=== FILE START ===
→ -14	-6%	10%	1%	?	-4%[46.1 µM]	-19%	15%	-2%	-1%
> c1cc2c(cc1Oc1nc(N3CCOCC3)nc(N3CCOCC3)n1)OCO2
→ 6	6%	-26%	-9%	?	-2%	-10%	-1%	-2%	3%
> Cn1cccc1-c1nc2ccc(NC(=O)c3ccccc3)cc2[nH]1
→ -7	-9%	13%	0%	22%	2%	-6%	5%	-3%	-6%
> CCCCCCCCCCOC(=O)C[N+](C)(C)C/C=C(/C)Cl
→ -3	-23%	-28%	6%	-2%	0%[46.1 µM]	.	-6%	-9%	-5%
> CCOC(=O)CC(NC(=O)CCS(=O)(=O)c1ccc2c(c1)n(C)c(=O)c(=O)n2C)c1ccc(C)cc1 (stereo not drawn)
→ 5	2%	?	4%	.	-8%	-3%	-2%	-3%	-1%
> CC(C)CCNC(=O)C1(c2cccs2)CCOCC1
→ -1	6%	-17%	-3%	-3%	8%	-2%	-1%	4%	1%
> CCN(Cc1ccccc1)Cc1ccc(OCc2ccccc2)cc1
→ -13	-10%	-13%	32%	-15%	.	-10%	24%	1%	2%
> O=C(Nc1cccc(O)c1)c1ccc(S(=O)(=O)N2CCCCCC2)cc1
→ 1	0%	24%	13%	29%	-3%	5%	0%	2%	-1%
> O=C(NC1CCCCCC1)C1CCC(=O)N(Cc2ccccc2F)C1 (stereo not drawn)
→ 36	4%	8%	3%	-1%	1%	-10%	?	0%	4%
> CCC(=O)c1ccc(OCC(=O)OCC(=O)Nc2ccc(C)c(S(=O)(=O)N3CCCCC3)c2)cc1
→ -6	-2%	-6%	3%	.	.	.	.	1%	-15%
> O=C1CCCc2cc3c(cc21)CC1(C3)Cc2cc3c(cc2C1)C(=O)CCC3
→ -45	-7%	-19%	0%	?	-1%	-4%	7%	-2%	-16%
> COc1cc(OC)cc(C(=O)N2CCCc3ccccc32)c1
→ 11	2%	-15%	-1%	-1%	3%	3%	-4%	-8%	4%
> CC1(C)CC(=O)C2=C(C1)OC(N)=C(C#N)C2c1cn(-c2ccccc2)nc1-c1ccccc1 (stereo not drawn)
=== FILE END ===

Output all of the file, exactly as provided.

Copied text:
→ -14	-6%	10%	1%	?	-4%[46.1 µM]	-19%	15%	-2%	-1%
> c1cc2c(cc1Oc1nc(N3CCOCC3)nc(N3CCOCC3)n1)OCO2
→ 6	6%	-26%	-9%	?	-2%	-10%	-1%	-2%	3%
> Cn1cccc1-c1nc2ccc(NC(=O)c3ccccc3)cc2[nH]1
→ -7	-9%	13%	0%	22%	2%	-6%	5%	-3%	-6%
> CCCCCCCCCCOC(=O)C[N+](C)(C)C/C=C(/C)Cl
→ -3	-23%	-28%	6%	-2%	0%[46.1 µM]	.	-6%	-9%	-5%
> CCOC(=O)CC(NC(=O)CCS(=O)(=O)c1ccc2c(c1)n(C)c(=O)c(=O)n2C)c1ccc(C)cc1 (stereo not drawn)
→ 5	2%	?	4%	.	-8%	-3%	-2%	-3%	-1%
> CC(C)CCNC(=O)C1(c2cccs2)CCOCC1
→ -1	6%	-17%	-3%	-3%	8%	-2%	-1%	4%	1%
> CCN(Cc1ccccc1)Cc1ccc(OCc2ccccc2)cc1
→ -13	-10%	-13%	32%	-15%	.	-10%	24%	1%	2%
> O=C(Nc1cccc(O)c1)c1ccc(S(=O)(=O)N2CCCCCC2)cc1
→ 1	0%	24%	13%	29%	-3%	5%	0%	2%	-1%
> O=C(NC1CCCCCC1)C1CCC(=O)N(Cc2ccccc2F)C1 (stereo not drawn)
→ 36	4%	8%	3%	-1%	1%	-10%	?	0%	4%
> CCC(=O)c1ccc(OCC(=O)OCC(=O)Nc2ccc(C)c(S(=O)(=O)N3CCCCC3)c2)cc1
→ -6	-2%	-6%	3%	.	.	.	.	1%	-15%
> O=C1CCCc2cc3c(cc21)CC1(C3)Cc2cc3c(cc2C1)C(=O)CCC3
→ -45	-7%	-19%	0%	?	-1%	-4%	7%	-2%	-16%
> COc1cc(OC)cc(C(=O)N2CCCc3ccccc32)c1
→ 11	2%	-15%	-1%	-1%	3%	3%	-4%	-8%	4%
> CC1(C)CC(=O)C2=C(C1)OC(N)=C(C#N)C2c1cn(-c2ccccc2)nc1-c1ccccc1 (stereo not drawn)